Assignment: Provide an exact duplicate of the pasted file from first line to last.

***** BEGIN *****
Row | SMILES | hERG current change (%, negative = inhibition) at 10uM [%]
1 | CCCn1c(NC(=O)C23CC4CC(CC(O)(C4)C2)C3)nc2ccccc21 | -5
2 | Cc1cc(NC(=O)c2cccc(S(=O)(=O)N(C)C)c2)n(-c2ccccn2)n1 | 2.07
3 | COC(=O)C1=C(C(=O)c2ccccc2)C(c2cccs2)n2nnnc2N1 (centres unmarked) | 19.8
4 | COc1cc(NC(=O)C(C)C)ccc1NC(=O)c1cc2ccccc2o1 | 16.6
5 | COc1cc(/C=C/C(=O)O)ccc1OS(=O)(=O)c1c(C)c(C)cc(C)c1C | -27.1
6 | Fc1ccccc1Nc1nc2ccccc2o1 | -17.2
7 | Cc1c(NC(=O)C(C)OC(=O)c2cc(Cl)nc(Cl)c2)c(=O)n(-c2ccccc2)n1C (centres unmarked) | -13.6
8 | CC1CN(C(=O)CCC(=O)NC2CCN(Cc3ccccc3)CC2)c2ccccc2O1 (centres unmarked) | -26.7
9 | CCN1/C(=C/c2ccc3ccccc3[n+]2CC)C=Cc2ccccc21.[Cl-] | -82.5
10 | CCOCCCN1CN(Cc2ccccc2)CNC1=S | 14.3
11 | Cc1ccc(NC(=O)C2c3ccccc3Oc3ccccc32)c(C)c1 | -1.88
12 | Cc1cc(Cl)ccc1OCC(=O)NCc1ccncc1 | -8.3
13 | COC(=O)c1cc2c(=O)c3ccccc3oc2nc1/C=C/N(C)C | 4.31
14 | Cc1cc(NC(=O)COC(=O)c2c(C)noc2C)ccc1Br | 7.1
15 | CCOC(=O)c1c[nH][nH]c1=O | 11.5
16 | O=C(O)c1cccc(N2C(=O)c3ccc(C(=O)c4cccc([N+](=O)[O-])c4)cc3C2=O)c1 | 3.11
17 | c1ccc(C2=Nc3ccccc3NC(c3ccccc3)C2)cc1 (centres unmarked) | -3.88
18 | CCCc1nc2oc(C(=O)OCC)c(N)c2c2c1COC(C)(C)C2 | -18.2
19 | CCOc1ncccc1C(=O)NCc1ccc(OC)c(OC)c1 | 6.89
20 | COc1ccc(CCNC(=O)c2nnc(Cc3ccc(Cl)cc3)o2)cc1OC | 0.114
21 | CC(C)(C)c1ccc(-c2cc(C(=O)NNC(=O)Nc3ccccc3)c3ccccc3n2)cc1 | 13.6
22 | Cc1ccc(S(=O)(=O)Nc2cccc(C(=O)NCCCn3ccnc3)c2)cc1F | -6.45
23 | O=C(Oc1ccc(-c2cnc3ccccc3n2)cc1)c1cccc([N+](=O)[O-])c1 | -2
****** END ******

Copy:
Row | SMILES | hERG current change (%, negative = inhibition) at 10uM [%]
1 | CCCn1c(NC(=O)C23CC4CC(CC(O)(C4)C2)C3)nc2ccccc21 | -5
2 | Cc1cc(NC(=O)c2cccc(S(=O)(=O)N(C)C)c2)n(-c2ccccn2)n1 | 2.07
3 | COC(=O)C1=C(C(=O)c2ccccc2)C(c2cccs2)n2nnnc2N1 (centres unmarked) | 19.8
4 | COc1cc(NC(=O)C(C)C)ccc1NC(=O)c1cc2ccccc2o1 | 16.6
5 | COc1cc(/C=C/C(=O)O)ccc1OS(=O)(=O)c1c(C)c(C)cc(C)c1C | -27.1
6 | Fc1ccccc1Nc1nc2ccccc2o1 | -17.2
7 | Cc1c(NC(=O)C(C)OC(=O)c2cc(Cl)nc(Cl)c2)c(=O)n(-c2ccccc2)n1C (centres unmarked) | -13.6
8 | CC1CN(C(=O)CCC(=O)NC2CCN(Cc3ccccc3)CC2)c2ccccc2O1 (centres unmarked) | -26.7
9 | CCN1/C(=C/c2ccc3ccccc3[n+]2CC)C=Cc2ccccc21.[Cl-] | -82.5
10 | CCOCCCN1CN(Cc2ccccc2)CNC1=S | 14.3
11 | Cc1ccc(NC(=O)C2c3ccccc3Oc3ccccc32)c(C)c1 | -1.88
12 | Cc1cc(Cl)ccc1OCC(=O)NCc1ccncc1 | -8.3
13 | COC(=O)c1cc2c(=O)c3ccccc3oc2nc1/C=C/N(C)C | 4.31
14 | Cc1cc(NC(=O)COC(=O)c2c(C)noc2C)ccc1Br | 7.1
15 | CCOC(=O)c1c[nH][nH]c1=O | 11.5
16 | O=C(O)c1cccc(N2C(=O)c3ccc(C(=O)c4cccc([N+](=O)[O-])c4)cc3C2=O)c1 | 3.11
17 | c1ccc(C2=Nc3ccccc3NC(c3ccccc3)C2)cc1 (centres unmarked) | -3.88
18 | CCCc1nc2oc(C(=O)OCC)c(N)c2c2c1COC(C)(C)C2 | -18.2
19 | CCOc1ncccc1C(=O)NCc1ccc(OC)c(OC)c1 | 6.89
20 | COc1ccc(CCNC(=O)c2nnc(Cc3ccc(Cl)cc3)o2)cc1OC | 0.114
21 | CC(C)(C)c1ccc(-c2cc(C(=O)NNC(=O)Nc3ccccc3)c3ccccc3n2)cc1 | 13.6
22 | Cc1ccc(S(=O)(=O)Nc2cccc(C(=O)NCCCn3ccnc3)c2)cc1F | -6.45
23 | O=C(Oc1ccc(-c2cnc3ccccc3n2)cc1)c1cccc([N+](=O)[O-])c1 | -2